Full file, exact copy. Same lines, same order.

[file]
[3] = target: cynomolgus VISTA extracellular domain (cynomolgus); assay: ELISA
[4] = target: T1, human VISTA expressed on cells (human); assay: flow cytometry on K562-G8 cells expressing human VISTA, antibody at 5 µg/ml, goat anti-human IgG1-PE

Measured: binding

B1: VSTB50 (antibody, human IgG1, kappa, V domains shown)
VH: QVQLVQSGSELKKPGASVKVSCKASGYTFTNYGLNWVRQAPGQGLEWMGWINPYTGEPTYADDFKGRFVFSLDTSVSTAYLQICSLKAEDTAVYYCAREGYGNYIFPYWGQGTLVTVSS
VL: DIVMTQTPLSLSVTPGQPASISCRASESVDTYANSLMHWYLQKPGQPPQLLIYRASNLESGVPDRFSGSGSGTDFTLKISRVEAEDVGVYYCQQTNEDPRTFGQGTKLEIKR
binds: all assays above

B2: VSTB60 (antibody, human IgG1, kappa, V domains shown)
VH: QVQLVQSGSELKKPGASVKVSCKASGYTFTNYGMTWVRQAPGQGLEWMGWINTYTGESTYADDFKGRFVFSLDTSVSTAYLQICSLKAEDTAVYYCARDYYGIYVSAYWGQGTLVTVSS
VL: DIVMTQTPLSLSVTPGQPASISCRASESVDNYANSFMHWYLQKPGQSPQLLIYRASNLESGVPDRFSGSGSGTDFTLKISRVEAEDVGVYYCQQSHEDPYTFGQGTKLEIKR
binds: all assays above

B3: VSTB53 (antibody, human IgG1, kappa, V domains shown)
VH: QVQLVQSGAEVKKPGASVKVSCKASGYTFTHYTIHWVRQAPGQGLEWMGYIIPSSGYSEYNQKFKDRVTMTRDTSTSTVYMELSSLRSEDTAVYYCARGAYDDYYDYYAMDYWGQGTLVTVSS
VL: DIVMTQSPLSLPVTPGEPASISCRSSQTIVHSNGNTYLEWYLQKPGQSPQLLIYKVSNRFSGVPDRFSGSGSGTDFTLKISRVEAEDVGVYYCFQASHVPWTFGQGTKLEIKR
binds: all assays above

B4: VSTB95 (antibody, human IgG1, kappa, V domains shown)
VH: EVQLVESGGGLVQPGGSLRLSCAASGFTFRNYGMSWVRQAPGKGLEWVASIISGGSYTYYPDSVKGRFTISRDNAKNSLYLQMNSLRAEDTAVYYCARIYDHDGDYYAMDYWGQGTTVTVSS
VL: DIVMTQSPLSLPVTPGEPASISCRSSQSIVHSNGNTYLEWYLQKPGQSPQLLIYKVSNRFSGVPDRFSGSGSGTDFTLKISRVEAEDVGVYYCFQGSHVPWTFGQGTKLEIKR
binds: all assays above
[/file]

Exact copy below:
[3] = target: cynomolgus VISTA extracellular domain (cynomolgus); assay: ELISA
[4] = target: T1, human VISTA expressed on cells (human); assay: flow cytometry on K562-G8 cells expressing human VISTA, antibody at 5 µg/ml, goat anti-human IgG1-PE

Measured: binding

B1: VSTB50 (antibody, human IgG1, kappa, V domains shown)
VH: QVQLVQSGSELKKPGASVKVSCKASGYTFTNYGLNWVRQAPGQGLEWMGWINPYTGEPTYADDFKGRFVFSLDTSVSTAYLQICSLKAEDTAVYYCAREGYGNYIFPYWGQGTLVTVSS
VL: DIVMTQTPLSLSVTPGQPASISCRASESVDTYANSLMHWYLQKPGQPPQLLIYRASNLESGVPDRFSGSGSGTDFTLKISRVEAEDVGVYYCQQTNEDPRTFGQGTKLEIKR
binds: all assays above

B2: VSTB60 (antibody, human IgG1, kappa, V domains shown)
VH: QVQLVQSGSELKKPGASVKVSCKASGYTFTNYGMTWVRQAPGQGLEWMGWINTYTGESTYADDFKGRFVFSLDTSVSTAYLQICSLKAEDTAVYYCARDYYGIYVSAYWGQGTLVTVSS
VL: DIVMTQTPLSLSVTPGQPASISCRASESVDNYANSFMHWYLQKPGQSPQLLIYRASNLESGVPDRFSGSGSGTDFTLKISRVEAEDVGVYYCQQSHEDPYTFGQGTKLEIKR
binds: all assays above

B3: VSTB53 (antibody, human IgG1, kappa, V domains shown)
VH: QVQLVQSGAEVKKPGASVKVSCKASGYTFTHYTIHWVRQAPGQGLEWMGYIIPSSGYSEYNQKFKDRVTMTRDTSTSTVYMELSSLRSEDTAVYYCARGAYDDYYDYYAMDYWGQGTLVTVSS
VL: DIVMTQSPLSLPVTPGEPASISCRSSQTIVHSNGNTYLEWYLQKPGQSPQLLIYKVSNRFSGVPDRFSGSGSGTDFTLKISRVEAEDVGVYYCFQASHVPWTFGQGTKLEIKR
binds: all assays above

B4: VSTB95 (antibody, human IgG1, kappa, V domains shown)
VH: EVQLVESGGGLVQPGGSLRLSCAASGFTFRNYGMSWVRQAPGKGLEWVASIISGGSYTYYPDSVKGRFTISRDNAKNSLYLQMNSLRAEDTAVYYCARIYDHDGDYYAMDYWGQGTTVTVSS
VL: DIVMTQSPLSLPVTPGEPASISCRSSQSIVHSNGNTYLEWYLQKPGQSPQLLIYKVSNRFSGVPDRFSGSGSGTDFTLKISRVEAEDVGVYYCFQGSHVPWTFGQGTKLEIKR
binds: all assays above